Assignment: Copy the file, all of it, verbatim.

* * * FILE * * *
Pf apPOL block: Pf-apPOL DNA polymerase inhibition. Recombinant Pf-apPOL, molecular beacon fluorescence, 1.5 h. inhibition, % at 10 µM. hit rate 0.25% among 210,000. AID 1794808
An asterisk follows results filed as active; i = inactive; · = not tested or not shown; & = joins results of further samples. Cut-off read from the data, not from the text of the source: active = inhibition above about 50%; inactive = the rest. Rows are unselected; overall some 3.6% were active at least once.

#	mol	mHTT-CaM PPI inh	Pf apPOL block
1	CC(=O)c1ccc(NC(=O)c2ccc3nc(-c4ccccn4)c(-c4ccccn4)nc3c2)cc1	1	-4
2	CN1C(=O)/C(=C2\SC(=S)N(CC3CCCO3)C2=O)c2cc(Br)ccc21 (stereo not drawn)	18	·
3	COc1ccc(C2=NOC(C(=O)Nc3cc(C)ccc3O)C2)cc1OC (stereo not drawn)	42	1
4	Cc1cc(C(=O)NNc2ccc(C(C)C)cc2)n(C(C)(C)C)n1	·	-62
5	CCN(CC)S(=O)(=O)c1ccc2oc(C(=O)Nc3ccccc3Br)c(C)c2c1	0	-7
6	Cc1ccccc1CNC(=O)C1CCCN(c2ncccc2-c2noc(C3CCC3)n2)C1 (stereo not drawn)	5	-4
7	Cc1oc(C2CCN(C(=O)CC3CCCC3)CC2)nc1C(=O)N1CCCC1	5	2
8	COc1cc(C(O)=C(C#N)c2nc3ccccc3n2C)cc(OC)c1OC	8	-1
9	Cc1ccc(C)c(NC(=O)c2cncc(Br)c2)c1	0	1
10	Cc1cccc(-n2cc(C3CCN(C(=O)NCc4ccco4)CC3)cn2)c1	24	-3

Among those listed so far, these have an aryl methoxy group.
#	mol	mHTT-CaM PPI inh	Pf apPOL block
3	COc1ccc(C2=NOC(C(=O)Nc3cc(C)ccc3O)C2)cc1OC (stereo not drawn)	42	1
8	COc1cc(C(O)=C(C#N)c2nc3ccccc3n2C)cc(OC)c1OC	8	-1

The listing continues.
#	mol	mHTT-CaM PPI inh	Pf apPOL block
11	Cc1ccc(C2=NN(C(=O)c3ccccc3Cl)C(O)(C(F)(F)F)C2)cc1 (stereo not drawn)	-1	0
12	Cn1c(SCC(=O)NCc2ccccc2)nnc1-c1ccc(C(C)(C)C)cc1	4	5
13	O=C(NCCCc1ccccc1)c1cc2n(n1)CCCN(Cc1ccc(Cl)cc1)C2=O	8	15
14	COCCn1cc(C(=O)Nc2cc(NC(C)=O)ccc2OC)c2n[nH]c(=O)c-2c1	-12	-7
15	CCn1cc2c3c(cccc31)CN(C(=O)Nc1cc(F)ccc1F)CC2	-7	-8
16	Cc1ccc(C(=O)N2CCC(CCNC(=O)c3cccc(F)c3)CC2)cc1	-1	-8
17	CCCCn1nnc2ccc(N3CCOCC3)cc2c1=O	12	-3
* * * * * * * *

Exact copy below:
Pf apPOL block: Pf-apPOL DNA polymerase inhibition. Recombinant Pf-apPOL, molecular beacon fluorescence, 1.5 h. inhibition, % at 10 µM. hit rate 0.25% among 210,000. AID 1794808
An asterisk follows results filed as active; i = inactive; · = not tested or not shown; & = joins results of further samples. Cut-off read from the data, not from the text of the source: active = inhibition above about 50%; inactive = the rest. Rows are unselected; overall some 3.6% were active at least once.

#	mol	mHTT-CaM PPI inh	Pf apPOL block
1	CC(=O)c1ccc(NC(=O)c2ccc3nc(-c4ccccn4)c(-c4ccccn4)nc3c2)cc1	1	-4
2	CN1C(=O)/C(=C2\SC(=S)N(CC3CCCO3)C2=O)c2cc(Br)ccc21 (stereo not drawn)	18	·
3	COc1ccc(C2=NOC(C(=O)Nc3cc(C)ccc3O)C2)cc1OC (stereo not drawn)	42	1
4	Cc1cc(C(=O)NNc2ccc(C(C)C)cc2)n(C(C)(C)C)n1	·	-62
5	CCN(CC)S(=O)(=O)c1ccc2oc(C(=O)Nc3ccccc3Br)c(C)c2c1	0	-7
6	Cc1ccccc1CNC(=O)C1CCCN(c2ncccc2-c2noc(C3CCC3)n2)C1 (stereo not drawn)	5	-4
7	Cc1oc(C2CCN(C(=O)CC3CCCC3)CC2)nc1C(=O)N1CCCC1	5	2
8	COc1cc(C(O)=C(C#N)c2nc3ccccc3n2C)cc(OC)c1OC	8	-1
9	Cc1ccc(C)c(NC(=O)c2cncc(Br)c2)c1	0	1
10	Cc1cccc(-n2cc(C3CCN(C(=O)NCc4ccco4)CC3)cn2)c1	24	-3

Among those listed so far, these have an aryl methoxy group.
#	mol	mHTT-CaM PPI inh	Pf apPOL block
3	COc1ccc(C2=NOC(C(=O)Nc3cc(C)ccc3O)C2)cc1OC (stereo not drawn)	42	1
8	COc1cc(C(O)=C(C#N)c2nc3ccccc3n2C)cc(OC)c1OC	8	-1

The listing continues.
#	mol	mHTT-CaM PPI inh	Pf apPOL block
11	Cc1ccc(C2=NN(C(=O)c3ccccc3Cl)C(O)(C(F)(F)F)C2)cc1 (stereo not drawn)	-1	0
12	Cn1c(SCC(=O)NCc2ccccc2)nnc1-c1ccc(C(C)(C)C)cc1	4	5
13	O=C(NCCCc1ccccc1)c1cc2n(n1)CCCN(Cc1ccc(Cl)cc1)C2=O	8	15
14	COCCn1cc(C(=O)Nc2cc(NC(C)=O)ccc2OC)c2n[nH]c(=O)c-2c1	-12	-7
15	CCn1cc2c3c(cccc31)CN(C(=O)Nc1cc(F)ccc1F)CC2	-7	-8
16	Cc1ccc(C(=O)N2CCC(CCNC(=O)c3cccc(F)c3)CC2)cc1	-1	-8
17	CCCCn1nnc2ccc(N3CCOCC3)cc2c1=O	12	-3